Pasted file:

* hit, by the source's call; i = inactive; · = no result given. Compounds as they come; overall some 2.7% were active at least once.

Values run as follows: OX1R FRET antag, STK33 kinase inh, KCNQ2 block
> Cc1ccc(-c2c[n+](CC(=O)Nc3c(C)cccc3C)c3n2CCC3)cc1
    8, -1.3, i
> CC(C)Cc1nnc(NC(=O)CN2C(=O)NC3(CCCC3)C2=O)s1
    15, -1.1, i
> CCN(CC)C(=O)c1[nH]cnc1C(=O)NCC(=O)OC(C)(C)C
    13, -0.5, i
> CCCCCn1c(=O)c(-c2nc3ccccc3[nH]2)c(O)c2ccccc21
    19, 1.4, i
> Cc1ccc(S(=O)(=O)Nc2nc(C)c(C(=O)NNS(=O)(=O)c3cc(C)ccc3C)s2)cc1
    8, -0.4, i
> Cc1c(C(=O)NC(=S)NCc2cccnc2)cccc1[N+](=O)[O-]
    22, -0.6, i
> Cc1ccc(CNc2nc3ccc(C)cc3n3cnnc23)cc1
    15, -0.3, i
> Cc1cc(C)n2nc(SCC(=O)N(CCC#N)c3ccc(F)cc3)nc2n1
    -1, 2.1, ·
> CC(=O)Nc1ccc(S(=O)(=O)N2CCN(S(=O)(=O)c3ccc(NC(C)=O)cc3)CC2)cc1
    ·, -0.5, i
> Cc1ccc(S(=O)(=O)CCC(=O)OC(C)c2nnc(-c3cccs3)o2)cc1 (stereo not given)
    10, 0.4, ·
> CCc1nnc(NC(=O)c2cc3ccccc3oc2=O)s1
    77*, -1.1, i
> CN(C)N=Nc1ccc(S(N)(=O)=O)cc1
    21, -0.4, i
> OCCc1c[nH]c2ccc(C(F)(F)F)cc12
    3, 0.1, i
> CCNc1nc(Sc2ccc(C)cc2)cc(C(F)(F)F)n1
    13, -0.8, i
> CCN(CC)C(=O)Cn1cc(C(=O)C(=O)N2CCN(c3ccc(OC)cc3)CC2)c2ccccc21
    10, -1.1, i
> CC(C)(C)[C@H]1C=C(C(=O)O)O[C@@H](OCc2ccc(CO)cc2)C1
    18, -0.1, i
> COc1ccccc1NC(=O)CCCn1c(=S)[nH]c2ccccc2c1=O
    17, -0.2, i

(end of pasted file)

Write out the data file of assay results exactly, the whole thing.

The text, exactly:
* hit, by the source's call; i = inactive; · = no result given. Compounds as they come; overall some 2.7% were active at least once.

Values run as follows: OX1R FRET antag, STK33 kinase inh, KCNQ2 block
> Cc1ccc(-c2c[n+](CC(=O)Nc3c(C)cccc3C)c3n2CCC3)cc1
    8, -1.3, i
> CC(C)Cc1nnc(NC(=O)CN2C(=O)NC3(CCCC3)C2=O)s1
    15, -1.1, i
> CCN(CC)C(=O)c1[nH]cnc1C(=O)NCC(=O)OC(C)(C)C
    13, -0.5, i
> CCCCCn1c(=O)c(-c2nc3ccccc3[nH]2)c(O)c2ccccc21
    19, 1.4, i
> Cc1ccc(S(=O)(=O)Nc2nc(C)c(C(=O)NNS(=O)(=O)c3cc(C)ccc3C)s2)cc1
    8, -0.4, i
> Cc1c(C(=O)NC(=S)NCc2cccnc2)cccc1[N+](=O)[O-]
    22, -0.6, i
> Cc1ccc(CNc2nc3ccc(C)cc3n3cnnc23)cc1
    15, -0.3, i
> Cc1cc(C)n2nc(SCC(=O)N(CCC#N)c3ccc(F)cc3)nc2n1
    -1, 2.1, ·
> CC(=O)Nc1ccc(S(=O)(=O)N2CCN(S(=O)(=O)c3ccc(NC(C)=O)cc3)CC2)cc1
    ·, -0.5, i
> Cc1ccc(S(=O)(=O)CCC(=O)OC(C)c2nnc(-c3cccs3)o2)cc1 (stereo not given)
    10, 0.4, ·
> CCc1nnc(NC(=O)c2cc3ccccc3oc2=O)s1
    77*, -1.1, i
> CN(C)N=Nc1ccc(S(N)(=O)=O)cc1
    21, -0.4, i
> OCCc1c[nH]c2ccc(C(F)(F)F)cc12
    3, 0.1, i
> CCNc1nc(Sc2ccc(C)cc2)cc(C(F)(F)F)n1
    13, -0.8, i
> CCN(CC)C(=O)Cn1cc(C(=O)C(=O)N2CCN(c3ccc(OC)cc3)CC2)c2ccccc21
    10, -1.1, i
> CC(C)(C)[C@H]1C=C(C(=O)O)O[C@@H](OCc2ccc(CO)cc2)C1
    18, -0.1, i
> COc1ccccc1NC(=O)CCCn1c(=S)[nH]c2ccccc2c1=O
    17, -0.2, i